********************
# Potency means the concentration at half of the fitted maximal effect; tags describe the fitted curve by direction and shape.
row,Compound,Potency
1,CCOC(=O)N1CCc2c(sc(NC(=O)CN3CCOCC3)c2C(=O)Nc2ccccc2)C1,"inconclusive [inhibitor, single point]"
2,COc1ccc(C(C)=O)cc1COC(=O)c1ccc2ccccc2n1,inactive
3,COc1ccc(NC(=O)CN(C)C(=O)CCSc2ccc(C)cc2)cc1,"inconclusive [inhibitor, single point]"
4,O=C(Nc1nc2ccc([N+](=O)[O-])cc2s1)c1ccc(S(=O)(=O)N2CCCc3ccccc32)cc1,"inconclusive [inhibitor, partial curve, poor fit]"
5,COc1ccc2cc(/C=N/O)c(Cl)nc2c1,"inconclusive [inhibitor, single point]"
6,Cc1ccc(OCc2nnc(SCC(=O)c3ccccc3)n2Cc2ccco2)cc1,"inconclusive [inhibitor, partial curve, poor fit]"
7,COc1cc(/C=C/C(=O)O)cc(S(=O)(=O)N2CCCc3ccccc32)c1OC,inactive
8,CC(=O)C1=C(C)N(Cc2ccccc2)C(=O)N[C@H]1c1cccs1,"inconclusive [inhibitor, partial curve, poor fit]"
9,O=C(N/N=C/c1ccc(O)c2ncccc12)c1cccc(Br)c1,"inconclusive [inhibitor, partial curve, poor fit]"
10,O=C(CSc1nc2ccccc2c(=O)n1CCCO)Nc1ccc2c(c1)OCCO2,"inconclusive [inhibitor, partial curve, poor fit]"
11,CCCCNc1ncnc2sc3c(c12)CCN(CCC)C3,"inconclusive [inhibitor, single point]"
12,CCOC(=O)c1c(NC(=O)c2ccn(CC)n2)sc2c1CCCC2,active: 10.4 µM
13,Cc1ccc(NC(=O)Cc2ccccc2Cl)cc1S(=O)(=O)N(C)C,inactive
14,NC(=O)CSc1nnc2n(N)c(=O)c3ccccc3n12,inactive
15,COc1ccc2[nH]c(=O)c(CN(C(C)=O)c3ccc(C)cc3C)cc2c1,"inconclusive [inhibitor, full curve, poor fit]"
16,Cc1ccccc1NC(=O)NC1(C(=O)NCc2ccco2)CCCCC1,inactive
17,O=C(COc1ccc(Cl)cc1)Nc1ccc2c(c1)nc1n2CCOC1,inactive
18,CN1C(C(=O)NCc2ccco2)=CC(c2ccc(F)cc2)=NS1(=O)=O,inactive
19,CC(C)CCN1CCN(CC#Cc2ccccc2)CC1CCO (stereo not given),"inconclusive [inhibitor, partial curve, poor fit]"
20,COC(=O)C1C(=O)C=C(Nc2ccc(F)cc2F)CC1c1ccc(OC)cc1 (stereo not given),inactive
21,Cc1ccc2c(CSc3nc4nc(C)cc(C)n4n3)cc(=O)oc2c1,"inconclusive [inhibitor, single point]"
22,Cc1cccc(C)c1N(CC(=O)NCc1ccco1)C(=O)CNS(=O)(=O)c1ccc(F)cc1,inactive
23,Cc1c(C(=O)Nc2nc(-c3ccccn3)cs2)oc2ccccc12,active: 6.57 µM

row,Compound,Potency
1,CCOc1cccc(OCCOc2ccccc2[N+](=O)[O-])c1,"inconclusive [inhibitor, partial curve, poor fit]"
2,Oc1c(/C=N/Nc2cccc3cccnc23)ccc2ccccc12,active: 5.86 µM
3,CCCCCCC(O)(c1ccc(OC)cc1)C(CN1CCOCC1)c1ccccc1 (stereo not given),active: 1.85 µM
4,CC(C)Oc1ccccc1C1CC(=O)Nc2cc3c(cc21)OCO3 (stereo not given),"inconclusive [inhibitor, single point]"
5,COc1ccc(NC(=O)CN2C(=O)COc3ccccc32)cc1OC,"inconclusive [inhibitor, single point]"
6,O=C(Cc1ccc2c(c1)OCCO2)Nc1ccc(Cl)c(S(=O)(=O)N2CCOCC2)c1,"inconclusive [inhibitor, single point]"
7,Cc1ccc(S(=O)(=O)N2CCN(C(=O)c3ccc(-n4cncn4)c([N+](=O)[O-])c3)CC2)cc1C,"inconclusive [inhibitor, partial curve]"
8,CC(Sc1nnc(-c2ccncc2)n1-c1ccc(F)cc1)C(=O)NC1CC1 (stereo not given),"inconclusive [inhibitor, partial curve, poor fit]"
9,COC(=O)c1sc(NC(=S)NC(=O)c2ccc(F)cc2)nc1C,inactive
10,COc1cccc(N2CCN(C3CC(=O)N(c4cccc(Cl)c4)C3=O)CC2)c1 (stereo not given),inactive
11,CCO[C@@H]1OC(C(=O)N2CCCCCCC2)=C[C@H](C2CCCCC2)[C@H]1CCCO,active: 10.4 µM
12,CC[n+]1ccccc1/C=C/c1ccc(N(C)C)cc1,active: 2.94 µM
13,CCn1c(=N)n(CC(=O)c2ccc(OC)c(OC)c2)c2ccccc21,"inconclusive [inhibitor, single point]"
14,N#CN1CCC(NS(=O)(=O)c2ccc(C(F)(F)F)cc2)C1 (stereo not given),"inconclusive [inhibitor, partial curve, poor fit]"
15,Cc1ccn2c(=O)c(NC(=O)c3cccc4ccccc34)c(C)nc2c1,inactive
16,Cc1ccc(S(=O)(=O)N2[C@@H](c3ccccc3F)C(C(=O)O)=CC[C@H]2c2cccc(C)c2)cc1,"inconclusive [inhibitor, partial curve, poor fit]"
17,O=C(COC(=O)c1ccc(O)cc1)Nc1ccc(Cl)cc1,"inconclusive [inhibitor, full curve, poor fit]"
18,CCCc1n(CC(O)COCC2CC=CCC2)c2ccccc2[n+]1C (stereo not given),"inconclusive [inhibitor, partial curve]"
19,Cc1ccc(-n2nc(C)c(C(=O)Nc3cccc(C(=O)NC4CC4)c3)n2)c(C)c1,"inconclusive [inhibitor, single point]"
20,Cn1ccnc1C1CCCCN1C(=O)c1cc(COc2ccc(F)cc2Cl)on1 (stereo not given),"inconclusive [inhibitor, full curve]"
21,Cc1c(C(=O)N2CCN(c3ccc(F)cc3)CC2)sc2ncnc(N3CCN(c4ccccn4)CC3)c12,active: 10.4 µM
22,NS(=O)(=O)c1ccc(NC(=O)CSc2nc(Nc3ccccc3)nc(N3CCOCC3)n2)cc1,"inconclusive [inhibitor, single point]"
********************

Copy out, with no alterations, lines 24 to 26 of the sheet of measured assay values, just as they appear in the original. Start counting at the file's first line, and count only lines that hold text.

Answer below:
22,Cc1cccc(C)c1N(CC(=O)NCc1ccco1)C(=O)CNS(=O)(=O)c1ccc(F)cc1,inactive
23,Cc1c(C(=O)Nc2nc(-c3ccccn3)cs2)oc2ccccc12,active: 6.57 µM

row,Compound,Potency